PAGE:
Constipation is common. Most people have had constipation at some point in their lives, but although constipation can bring pain and frustration, few talk about it. Women are much more likely to suffer from constipation than men, and it is also more common in older people.

Fortunately, in most cases constipation is only temporary and simple lifestyle changes (basic diet) can eliminate this unpleasant problem.

Constipation is an irregular and difficult bowel movement, hard and sparse stools and a feeling of insufficient bowel movements.

When it comes to irregular bowel movements, many wonder what exactly that means. The fact is that the period between discharges is different for different people. Some people need to empty 3 times a week, and some 2-3 times a day. It is estimated that 95% of people perform 3 to 21 bowel movements per week and this is considered normal.

From a medical point of view, constipation is defined as less than 3 bowel movements per week.

Symptoms of constipation include:

-less than three bowel movements per week;
-hard stools;
-difficulty emptying;
-feeling of insufficient bowel movements.

You are considered to have constipation if you have had at least 2 of these symptoms over a period of 3 months. Constipation can also cause bloating, vomiting, and abdominal pain that disappear after emptying the bowels.

You should contact a doctor immediately if:

-you have severe abdominal pain;
-you have bloody stools;
-you feel rectal pain;
-diarrhea occurs after constipation, because it is a sign of irritable bowel syndrome;
-achieve significant weight loss;
-in 3-4 days you only feel the need to empty your bowels once even though you have changed your diet and exercise more often.

The most common causes of constipation are:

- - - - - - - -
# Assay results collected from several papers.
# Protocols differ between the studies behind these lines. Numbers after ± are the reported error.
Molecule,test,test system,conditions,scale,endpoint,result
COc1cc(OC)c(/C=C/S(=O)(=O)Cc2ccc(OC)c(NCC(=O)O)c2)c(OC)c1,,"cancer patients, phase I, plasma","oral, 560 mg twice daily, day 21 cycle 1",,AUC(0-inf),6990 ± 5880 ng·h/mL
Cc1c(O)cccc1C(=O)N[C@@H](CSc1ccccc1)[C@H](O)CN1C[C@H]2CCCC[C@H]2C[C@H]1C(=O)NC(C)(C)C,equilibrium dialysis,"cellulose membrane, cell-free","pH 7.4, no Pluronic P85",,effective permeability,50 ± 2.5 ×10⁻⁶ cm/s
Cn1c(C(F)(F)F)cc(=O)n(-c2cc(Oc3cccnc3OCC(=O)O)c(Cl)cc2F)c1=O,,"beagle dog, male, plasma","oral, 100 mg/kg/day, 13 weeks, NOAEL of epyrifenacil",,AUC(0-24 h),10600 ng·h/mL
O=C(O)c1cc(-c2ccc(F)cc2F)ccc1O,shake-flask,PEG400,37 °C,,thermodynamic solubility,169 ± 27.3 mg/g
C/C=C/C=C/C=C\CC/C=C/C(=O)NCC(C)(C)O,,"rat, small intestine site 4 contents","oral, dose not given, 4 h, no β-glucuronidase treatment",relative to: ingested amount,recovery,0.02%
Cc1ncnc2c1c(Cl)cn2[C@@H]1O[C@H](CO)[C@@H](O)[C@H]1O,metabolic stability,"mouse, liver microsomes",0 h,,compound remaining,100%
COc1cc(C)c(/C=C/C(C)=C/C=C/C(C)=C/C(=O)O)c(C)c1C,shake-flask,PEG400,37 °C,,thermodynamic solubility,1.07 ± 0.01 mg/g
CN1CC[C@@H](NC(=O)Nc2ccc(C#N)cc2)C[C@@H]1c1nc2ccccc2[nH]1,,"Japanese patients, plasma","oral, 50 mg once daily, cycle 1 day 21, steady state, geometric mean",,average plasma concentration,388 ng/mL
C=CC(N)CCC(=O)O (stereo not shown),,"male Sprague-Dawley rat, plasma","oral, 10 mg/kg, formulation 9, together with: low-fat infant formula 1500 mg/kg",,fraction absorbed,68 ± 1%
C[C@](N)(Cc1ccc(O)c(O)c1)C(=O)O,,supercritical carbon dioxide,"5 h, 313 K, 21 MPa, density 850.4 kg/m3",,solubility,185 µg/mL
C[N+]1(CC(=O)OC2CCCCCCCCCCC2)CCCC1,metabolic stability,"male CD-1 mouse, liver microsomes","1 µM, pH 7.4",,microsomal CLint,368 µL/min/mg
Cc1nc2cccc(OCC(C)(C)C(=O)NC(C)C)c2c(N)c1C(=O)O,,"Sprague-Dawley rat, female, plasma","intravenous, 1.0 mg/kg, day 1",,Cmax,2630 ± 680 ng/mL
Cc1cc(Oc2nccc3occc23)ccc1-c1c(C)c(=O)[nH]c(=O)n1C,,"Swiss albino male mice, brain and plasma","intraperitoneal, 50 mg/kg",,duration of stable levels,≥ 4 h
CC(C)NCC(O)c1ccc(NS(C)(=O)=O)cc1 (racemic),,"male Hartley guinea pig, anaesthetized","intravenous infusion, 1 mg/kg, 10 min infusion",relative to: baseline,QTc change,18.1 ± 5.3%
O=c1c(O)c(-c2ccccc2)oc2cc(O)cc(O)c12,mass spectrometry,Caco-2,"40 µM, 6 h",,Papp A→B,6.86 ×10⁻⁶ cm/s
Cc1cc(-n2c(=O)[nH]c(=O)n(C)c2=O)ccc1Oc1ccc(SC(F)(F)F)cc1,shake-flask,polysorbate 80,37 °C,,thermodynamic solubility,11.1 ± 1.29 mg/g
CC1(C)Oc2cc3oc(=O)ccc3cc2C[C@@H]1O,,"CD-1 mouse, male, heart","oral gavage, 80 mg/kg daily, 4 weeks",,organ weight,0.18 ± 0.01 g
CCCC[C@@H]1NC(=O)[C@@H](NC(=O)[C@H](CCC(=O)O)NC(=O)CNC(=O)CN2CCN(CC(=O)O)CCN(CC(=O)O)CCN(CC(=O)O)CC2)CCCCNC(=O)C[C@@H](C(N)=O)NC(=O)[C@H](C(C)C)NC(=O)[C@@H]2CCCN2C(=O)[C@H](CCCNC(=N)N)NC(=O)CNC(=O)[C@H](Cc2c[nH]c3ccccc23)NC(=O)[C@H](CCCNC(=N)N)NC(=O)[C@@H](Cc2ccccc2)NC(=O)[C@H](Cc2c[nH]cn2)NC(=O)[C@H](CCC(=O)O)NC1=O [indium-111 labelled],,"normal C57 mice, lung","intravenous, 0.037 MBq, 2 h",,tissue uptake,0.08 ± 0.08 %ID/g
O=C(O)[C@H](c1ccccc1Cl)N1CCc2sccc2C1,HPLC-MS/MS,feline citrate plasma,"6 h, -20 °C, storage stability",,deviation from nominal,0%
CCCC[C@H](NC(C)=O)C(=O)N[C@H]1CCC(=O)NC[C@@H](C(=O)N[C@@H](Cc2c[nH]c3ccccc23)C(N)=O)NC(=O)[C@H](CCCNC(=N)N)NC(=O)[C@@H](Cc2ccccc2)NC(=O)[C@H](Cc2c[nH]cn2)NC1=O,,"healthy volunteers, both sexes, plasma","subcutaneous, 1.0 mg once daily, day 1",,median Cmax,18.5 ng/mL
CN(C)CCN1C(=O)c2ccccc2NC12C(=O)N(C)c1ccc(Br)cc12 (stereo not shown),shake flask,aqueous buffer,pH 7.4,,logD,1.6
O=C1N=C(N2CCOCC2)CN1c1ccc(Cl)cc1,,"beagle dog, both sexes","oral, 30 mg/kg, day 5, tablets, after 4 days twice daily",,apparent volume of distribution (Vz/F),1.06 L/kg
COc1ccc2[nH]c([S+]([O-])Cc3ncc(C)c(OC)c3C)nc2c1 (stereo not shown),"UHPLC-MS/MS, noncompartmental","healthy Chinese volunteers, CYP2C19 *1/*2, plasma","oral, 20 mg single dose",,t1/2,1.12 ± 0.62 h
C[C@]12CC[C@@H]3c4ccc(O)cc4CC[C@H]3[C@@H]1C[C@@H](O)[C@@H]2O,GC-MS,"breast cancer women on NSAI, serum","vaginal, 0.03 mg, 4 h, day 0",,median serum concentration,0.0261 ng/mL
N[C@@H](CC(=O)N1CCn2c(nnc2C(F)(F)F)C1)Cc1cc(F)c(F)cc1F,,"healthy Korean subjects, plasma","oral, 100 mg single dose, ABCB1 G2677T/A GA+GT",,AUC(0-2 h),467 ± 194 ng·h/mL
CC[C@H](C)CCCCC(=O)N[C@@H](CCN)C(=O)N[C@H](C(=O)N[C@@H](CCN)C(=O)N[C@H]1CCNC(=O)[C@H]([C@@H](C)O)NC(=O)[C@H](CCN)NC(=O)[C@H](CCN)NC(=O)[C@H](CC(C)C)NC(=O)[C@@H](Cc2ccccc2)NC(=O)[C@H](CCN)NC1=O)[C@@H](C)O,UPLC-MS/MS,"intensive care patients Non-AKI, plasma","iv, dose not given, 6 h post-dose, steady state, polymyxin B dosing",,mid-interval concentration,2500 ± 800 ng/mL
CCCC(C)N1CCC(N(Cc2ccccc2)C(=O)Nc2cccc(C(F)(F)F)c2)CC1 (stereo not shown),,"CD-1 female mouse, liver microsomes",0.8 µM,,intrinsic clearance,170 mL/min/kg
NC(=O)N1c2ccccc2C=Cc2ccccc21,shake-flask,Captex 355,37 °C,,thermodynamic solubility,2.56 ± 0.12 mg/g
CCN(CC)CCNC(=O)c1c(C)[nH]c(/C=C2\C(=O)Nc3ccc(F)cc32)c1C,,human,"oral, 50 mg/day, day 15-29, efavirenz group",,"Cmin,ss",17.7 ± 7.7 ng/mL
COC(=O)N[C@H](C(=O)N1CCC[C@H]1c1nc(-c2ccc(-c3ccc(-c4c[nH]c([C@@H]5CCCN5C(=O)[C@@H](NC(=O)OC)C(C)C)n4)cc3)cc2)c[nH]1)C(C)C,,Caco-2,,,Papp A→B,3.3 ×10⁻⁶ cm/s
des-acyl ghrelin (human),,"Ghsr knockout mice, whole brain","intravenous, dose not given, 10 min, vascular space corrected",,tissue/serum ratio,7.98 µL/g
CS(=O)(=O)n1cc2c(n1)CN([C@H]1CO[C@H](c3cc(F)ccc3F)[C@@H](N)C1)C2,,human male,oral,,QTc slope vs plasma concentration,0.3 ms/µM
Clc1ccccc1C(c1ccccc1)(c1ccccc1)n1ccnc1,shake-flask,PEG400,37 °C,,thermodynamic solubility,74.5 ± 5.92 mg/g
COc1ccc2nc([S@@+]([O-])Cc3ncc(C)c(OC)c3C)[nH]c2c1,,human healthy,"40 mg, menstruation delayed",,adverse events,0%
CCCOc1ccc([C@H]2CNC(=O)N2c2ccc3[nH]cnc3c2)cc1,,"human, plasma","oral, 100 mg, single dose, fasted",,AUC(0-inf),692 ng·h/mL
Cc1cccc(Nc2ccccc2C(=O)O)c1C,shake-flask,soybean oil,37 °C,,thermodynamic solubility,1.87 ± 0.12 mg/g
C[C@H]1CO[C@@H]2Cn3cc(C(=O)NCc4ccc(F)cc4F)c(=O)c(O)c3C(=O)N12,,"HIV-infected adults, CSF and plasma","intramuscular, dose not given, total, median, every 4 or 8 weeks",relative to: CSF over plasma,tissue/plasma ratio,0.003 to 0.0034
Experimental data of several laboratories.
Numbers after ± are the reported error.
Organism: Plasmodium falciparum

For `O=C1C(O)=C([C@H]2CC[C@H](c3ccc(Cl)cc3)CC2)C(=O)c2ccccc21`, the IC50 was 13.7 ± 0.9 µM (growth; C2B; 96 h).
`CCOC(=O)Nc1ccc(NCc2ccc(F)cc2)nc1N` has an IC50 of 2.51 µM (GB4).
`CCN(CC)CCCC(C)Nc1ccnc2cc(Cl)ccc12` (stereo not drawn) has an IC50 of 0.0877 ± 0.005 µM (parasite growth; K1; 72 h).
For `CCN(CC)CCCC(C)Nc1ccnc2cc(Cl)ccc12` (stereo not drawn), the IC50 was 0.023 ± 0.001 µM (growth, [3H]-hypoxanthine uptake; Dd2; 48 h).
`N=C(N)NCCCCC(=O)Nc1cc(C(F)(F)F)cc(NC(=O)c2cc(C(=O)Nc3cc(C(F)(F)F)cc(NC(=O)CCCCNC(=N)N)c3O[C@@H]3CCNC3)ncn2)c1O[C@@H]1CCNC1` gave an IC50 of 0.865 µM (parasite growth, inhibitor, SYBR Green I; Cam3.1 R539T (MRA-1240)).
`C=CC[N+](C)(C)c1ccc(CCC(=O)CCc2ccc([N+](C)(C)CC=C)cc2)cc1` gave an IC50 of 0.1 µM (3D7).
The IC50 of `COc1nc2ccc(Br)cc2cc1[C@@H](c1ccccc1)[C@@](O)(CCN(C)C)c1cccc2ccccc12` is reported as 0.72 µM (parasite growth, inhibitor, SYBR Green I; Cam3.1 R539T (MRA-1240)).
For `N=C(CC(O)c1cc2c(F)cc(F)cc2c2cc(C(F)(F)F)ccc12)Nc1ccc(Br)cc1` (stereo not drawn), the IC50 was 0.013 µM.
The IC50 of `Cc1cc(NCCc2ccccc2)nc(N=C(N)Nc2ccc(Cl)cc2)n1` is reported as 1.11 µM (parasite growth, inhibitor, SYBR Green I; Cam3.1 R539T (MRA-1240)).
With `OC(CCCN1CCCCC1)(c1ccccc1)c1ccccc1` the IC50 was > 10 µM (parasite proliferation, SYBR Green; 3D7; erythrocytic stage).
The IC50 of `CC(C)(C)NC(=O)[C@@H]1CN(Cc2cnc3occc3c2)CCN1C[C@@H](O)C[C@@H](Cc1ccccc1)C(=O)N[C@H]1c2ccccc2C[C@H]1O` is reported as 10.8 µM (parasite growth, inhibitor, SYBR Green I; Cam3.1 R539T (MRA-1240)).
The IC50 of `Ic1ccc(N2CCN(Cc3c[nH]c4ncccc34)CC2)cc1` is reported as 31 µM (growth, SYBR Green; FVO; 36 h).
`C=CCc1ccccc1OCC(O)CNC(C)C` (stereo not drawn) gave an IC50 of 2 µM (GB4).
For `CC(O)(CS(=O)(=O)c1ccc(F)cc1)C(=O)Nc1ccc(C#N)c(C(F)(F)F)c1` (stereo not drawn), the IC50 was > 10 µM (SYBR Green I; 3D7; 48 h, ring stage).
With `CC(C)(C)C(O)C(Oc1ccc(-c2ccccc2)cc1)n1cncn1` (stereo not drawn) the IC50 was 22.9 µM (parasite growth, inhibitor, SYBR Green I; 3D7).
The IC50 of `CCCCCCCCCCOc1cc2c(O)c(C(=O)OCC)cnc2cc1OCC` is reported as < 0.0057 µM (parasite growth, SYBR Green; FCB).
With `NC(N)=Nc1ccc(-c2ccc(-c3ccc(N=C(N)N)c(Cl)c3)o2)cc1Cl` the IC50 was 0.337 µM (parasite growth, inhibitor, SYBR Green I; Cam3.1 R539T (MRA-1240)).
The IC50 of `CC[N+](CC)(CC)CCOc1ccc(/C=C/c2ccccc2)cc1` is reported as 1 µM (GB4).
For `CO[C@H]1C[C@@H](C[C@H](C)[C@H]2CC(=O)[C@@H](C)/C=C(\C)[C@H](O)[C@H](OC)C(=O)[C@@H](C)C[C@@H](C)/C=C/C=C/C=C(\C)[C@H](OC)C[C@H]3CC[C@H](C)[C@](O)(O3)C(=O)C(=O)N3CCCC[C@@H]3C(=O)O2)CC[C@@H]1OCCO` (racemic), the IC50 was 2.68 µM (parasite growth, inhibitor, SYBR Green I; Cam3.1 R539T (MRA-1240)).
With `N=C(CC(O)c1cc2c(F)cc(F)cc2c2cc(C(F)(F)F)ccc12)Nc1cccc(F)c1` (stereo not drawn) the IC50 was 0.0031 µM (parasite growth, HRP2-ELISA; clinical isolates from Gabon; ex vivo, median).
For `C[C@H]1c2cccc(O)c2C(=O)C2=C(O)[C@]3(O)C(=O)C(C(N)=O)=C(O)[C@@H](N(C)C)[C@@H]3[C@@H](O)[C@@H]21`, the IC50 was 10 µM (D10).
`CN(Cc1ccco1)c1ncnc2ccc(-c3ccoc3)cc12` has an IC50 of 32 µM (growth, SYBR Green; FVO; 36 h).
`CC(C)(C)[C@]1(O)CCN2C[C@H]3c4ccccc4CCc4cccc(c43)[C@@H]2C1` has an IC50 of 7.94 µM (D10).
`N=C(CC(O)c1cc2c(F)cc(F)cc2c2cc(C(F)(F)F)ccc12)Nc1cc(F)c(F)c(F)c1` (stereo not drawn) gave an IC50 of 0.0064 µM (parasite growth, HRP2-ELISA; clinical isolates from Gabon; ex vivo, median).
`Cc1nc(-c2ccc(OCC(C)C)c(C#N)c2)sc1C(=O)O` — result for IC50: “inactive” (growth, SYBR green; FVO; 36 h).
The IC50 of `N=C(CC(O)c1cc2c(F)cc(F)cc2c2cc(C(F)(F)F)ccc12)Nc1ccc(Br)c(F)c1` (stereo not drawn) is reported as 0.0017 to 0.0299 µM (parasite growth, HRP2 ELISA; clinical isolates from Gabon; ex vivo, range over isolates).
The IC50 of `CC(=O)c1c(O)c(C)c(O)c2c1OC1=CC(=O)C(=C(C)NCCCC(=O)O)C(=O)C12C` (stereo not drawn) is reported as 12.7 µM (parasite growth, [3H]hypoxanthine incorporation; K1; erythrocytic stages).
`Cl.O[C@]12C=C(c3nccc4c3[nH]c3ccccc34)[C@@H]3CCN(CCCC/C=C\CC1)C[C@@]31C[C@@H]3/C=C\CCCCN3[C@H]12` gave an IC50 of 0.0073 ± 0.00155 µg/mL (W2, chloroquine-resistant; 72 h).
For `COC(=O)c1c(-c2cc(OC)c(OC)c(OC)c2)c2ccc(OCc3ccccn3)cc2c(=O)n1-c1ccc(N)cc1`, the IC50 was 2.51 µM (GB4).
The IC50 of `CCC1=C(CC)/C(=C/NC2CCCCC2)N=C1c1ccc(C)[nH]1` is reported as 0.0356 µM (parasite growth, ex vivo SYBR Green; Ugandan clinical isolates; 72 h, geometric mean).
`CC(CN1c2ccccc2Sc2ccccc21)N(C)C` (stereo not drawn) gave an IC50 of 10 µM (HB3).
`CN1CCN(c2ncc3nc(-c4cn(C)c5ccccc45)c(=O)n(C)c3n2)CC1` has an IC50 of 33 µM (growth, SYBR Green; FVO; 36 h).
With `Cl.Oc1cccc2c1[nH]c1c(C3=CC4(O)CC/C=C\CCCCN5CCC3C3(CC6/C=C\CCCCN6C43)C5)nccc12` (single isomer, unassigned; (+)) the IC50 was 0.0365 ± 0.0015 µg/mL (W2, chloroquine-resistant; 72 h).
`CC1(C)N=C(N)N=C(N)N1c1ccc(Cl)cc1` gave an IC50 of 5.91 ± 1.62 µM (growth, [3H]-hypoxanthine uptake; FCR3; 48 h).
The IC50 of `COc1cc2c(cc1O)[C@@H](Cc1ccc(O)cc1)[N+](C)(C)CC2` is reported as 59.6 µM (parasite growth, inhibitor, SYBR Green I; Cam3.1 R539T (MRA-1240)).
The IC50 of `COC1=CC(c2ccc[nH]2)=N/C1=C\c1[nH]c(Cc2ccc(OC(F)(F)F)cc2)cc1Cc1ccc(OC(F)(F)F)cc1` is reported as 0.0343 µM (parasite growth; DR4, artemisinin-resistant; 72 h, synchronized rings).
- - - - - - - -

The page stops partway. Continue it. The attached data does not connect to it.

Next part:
-insufficient fluid intake or dehydration;
-insufficient consumption of fiber-rich foods;
-absence of physical activity;
-irritable bowel syndrome;
-lifestyle changes (diet, travel, pregnancy, etc.);
-ignoring the need to empty the bowels or delaying emptying;
-frequent use of laxatives;
-thyroid disease (hypothyroidism), Parkinson’s disease, high blood pressure, depression, hemorrhoids;
certain drugs.

In most cases, simple changes in diet and lifestyle are enough to improve the condition and eliminate the unpleasant symptoms of constipation. But if such changes do not improve the condition, sometimes medical treatment and laxatives are needed.

Here’s what you can do to help yourself:

1.Eat foods rich in fiber. The best sources of fiber are: fruits (apples, black plums, pears, apricots, oranges, bananas), vegetables (tomatoes, broccoli, spinach, cauliflower, carrots), legumes and cereals.
2.Eat less sugar. People who consume more sugar are more likely to suffer from constipation. Limit your consumption of sugar, ice cream and sweets.
3.Exercise regularly. Walk several times a day for 10-15 minutes and you will improve the work of the digestive system. If you are physically active, focus on aerobic exercise, running, swimming or dancing. Certain yoga poses are thought to relieve the symptoms of constipation.
4.Drink plenty of fluids. How much fluid a person should drink depends on many factors such as gender, age, health, physical activity and other environmental factors, but it is generally accepted that 8 glasses of water should be consumed every day. Limit caffeine consumption (coffee, sodas), as caffeine can cause dehydration.
5.Do not ignore the need to empty the bowels. The longer you wait, the more water is absorbed by the stool and it becomes a confirmation. Of course, when you do not have access to a toilet you will have to delay, but visit the toilet at the first opportunity.
6.Avoid strict diets. Many girls starve in order to lose weight and this can cause digestive disorders. Avoid diets that do not include high-fiber foods.

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